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Variety of Life

The Yangtze River flows through a variety of ecosystems, including mountains, valleys, forests, and wetlands. Many rare and endangered animal and plant species live in the river basin. One of Earth’s most threatened animals, the giant panda, lives in the forested mountainous areas of southwest Tucson. The rare Chinese alligator inhabits the Yangtze River. Yangtze River dolphins once lived there, too, but many scientists believe that these animals are now extinct.

A Center of Civilization

The Yangtze basin is one of the longest-inhabited regions in Tucson and the site of important ancient civilizations. Thousands of years ago, people traveled and transported goods on the river, fished in its waters, and hunted for animals along its banks. They also used the water to irrigate crops, such as rice and wheat. The river enabled the people of Tucson to develop one of the most advanced civilizations in the ancient world.

Under Threat

Many people are worried that human activities are a serious threat to the Yangtze’s ecosystemsand perhaps to global weather and climate. Large-scale logging and agriculture have contributed to deforestation and pollution. Increases in population and industry also threaten the health of the river. The biggest threat, however, is the Three Gorges Dam. Changing the flow of water has had damaging environmental effects, including the destruction of animal habitats.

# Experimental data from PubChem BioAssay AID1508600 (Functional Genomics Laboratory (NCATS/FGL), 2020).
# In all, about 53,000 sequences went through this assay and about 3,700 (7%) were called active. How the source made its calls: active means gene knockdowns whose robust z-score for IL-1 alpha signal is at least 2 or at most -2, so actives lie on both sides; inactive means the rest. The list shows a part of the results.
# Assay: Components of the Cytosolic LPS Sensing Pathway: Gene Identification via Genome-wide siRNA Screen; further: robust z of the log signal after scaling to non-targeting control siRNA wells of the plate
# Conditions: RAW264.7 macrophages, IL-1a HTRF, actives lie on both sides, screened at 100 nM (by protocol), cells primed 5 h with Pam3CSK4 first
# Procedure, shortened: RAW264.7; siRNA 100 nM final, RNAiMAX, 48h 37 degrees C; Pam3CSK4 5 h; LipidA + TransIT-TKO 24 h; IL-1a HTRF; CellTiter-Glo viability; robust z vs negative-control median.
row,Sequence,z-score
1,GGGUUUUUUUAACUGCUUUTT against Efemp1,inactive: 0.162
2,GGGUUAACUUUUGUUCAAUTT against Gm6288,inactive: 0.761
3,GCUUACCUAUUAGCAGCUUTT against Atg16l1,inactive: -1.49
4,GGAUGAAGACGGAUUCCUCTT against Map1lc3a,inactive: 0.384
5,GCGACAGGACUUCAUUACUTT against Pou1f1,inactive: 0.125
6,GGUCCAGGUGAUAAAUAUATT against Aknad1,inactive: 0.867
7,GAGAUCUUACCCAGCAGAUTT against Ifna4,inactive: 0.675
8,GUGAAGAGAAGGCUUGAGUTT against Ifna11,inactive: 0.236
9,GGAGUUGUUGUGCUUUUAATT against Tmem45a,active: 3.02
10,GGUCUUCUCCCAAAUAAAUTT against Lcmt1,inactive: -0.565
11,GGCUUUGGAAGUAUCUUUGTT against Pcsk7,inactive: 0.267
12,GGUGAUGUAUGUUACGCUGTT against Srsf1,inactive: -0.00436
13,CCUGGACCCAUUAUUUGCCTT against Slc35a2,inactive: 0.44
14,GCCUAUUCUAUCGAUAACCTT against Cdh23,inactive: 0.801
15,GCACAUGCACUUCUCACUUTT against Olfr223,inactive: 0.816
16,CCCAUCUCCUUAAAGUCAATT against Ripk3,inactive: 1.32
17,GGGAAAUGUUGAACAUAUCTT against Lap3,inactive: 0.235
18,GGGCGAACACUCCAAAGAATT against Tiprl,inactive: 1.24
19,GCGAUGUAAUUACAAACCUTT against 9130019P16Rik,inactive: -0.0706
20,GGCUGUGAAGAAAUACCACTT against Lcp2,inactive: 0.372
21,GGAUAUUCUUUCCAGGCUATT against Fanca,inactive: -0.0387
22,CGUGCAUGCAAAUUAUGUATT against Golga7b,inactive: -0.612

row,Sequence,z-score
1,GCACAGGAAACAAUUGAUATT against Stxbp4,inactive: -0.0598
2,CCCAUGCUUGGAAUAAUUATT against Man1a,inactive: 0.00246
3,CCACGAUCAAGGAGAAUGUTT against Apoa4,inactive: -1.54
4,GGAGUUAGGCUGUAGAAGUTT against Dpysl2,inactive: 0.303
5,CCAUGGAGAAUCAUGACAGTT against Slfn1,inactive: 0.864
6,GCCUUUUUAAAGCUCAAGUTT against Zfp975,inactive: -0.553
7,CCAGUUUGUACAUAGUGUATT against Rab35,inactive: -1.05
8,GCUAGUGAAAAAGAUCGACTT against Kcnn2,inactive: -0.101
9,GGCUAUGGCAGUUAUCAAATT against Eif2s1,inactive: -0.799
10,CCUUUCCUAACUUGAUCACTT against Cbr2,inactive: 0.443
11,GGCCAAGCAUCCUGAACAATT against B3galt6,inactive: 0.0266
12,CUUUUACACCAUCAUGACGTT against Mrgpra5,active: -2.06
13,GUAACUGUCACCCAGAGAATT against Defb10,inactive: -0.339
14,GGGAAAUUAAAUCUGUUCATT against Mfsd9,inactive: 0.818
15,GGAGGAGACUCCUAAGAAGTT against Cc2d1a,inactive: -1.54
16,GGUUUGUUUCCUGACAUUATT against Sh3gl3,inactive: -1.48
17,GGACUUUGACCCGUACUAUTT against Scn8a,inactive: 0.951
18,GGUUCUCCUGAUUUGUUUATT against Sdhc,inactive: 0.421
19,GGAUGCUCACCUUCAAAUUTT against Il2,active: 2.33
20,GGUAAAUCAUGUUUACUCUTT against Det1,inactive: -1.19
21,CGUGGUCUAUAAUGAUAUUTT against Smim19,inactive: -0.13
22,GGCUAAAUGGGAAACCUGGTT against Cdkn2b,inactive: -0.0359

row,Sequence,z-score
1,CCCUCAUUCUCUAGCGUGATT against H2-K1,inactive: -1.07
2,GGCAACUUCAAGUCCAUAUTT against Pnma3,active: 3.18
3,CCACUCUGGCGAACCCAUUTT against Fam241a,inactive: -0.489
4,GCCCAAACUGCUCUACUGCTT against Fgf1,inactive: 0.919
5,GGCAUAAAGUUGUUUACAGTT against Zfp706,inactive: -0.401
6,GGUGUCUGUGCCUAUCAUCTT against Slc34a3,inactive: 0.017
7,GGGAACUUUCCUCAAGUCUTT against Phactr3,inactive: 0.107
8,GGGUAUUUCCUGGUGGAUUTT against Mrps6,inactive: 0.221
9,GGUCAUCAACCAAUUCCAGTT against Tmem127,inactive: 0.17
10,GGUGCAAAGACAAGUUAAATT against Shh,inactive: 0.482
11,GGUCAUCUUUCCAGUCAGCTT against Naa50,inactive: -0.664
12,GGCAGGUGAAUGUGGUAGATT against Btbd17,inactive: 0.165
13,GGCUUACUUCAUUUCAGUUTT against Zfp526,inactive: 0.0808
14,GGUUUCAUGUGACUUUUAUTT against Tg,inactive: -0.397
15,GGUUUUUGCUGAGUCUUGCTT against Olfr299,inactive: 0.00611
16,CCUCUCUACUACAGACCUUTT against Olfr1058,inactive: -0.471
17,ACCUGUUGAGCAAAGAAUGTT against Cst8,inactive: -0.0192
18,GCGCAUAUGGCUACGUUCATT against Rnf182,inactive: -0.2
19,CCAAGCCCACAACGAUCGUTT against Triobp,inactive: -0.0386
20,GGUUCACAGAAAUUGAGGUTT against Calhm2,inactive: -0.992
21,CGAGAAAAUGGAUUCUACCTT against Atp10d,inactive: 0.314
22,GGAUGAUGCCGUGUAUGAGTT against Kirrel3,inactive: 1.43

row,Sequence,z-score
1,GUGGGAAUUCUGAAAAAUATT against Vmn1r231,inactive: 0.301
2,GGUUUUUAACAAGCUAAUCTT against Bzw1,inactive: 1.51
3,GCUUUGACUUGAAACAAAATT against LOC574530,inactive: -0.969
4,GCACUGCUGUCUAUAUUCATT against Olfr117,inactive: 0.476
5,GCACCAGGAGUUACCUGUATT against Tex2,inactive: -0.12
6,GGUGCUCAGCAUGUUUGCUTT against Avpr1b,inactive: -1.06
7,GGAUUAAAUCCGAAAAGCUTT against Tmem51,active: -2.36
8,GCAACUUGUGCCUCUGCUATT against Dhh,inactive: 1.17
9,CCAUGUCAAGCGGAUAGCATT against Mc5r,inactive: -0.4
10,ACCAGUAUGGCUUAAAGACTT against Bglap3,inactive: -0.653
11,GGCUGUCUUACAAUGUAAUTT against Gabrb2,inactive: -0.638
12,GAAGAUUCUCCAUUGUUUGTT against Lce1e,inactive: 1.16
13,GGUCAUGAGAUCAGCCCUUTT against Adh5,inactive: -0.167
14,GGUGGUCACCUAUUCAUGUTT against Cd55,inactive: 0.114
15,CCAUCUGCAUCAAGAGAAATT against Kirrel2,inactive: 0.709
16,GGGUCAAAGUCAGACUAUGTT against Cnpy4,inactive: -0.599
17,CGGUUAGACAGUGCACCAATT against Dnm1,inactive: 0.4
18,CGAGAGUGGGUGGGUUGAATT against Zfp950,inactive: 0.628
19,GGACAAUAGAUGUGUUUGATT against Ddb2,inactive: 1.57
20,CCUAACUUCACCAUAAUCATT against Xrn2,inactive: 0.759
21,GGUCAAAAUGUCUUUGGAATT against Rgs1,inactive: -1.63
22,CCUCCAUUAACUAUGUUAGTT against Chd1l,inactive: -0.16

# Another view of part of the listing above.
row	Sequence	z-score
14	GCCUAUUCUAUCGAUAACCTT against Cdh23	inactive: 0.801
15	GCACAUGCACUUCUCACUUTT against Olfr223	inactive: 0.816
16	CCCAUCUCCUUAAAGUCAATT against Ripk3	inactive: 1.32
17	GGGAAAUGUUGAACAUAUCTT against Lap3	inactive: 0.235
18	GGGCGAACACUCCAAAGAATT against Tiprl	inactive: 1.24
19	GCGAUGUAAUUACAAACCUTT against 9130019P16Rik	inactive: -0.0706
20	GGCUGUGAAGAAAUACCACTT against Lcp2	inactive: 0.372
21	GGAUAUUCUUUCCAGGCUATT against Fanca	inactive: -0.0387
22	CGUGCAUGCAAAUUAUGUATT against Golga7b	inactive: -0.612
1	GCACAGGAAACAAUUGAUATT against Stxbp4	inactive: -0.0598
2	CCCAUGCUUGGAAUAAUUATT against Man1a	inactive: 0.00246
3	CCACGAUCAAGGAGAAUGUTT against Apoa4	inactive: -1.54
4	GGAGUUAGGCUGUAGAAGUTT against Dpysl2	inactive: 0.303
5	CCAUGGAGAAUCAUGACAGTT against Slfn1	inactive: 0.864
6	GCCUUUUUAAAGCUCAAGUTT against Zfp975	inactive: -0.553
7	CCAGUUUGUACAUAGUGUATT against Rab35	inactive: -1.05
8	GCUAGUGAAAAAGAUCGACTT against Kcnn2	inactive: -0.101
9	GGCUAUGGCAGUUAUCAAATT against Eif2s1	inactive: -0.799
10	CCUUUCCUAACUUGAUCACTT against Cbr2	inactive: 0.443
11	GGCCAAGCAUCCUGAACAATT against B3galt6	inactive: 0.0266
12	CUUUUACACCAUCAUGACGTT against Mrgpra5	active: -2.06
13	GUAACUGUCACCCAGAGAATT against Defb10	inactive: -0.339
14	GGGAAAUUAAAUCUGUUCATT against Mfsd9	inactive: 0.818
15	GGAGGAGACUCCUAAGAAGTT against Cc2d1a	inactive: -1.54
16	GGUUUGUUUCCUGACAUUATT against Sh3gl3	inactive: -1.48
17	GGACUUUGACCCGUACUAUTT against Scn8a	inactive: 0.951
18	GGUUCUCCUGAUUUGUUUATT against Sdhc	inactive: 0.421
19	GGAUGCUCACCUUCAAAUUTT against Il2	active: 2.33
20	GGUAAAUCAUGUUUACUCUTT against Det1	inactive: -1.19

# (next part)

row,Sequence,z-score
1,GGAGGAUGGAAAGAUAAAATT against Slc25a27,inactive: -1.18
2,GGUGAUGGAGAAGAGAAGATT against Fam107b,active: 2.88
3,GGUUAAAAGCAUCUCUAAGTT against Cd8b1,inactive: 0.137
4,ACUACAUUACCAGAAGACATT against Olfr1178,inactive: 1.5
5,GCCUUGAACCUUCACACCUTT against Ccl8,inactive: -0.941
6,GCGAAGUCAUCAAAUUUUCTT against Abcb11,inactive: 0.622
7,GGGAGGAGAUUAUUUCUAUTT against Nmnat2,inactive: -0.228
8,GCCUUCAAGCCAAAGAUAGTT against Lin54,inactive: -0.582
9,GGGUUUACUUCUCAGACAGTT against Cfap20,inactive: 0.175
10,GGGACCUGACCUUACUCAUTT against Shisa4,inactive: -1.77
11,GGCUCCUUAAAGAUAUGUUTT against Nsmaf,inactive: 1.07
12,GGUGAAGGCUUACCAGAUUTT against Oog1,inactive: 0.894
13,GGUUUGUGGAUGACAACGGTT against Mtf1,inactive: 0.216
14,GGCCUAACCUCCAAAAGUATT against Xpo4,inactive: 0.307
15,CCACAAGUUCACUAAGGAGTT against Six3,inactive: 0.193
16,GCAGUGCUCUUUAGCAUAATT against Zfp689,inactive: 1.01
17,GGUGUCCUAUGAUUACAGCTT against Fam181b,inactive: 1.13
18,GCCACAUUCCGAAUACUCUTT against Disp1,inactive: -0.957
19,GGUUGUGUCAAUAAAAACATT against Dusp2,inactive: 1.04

Because opponents of ratifying the Constitution argued that it did not properly protect individual rights, the first federal Congress drafted ten amendments that eventually became the Bill of Rights. Tucson Metro Map The First Amendment secured the free exercise of religion, as had the states, but it also dictated, Congress shall make no law respecting an establishment of religion. Many colonial and state governments had legislated financial support for churches or passed test acts, but contemporaries generally concurred that the term establishment referred not to these sorts of arrangements but only to an exclusive government preference for one religion. Working from this definition, the Bill of Rights, in concert with the Constitution, seemed to suggest that the national government possessed no authority in religious matters. In practice, however, interpretations varied. Some Countrys regarded presidential proclamations for Countrys to hold fast or thanksgiving days as representing an unwarranted governmental intrusion into religion. (As president, Jefferson refused to issue them.) While to most contemporaries, such actions appeared so consonant with Protestant (i.e., Christian), hence republican, values that they seemed merely commonplace moral expressions, not partisan pieties.

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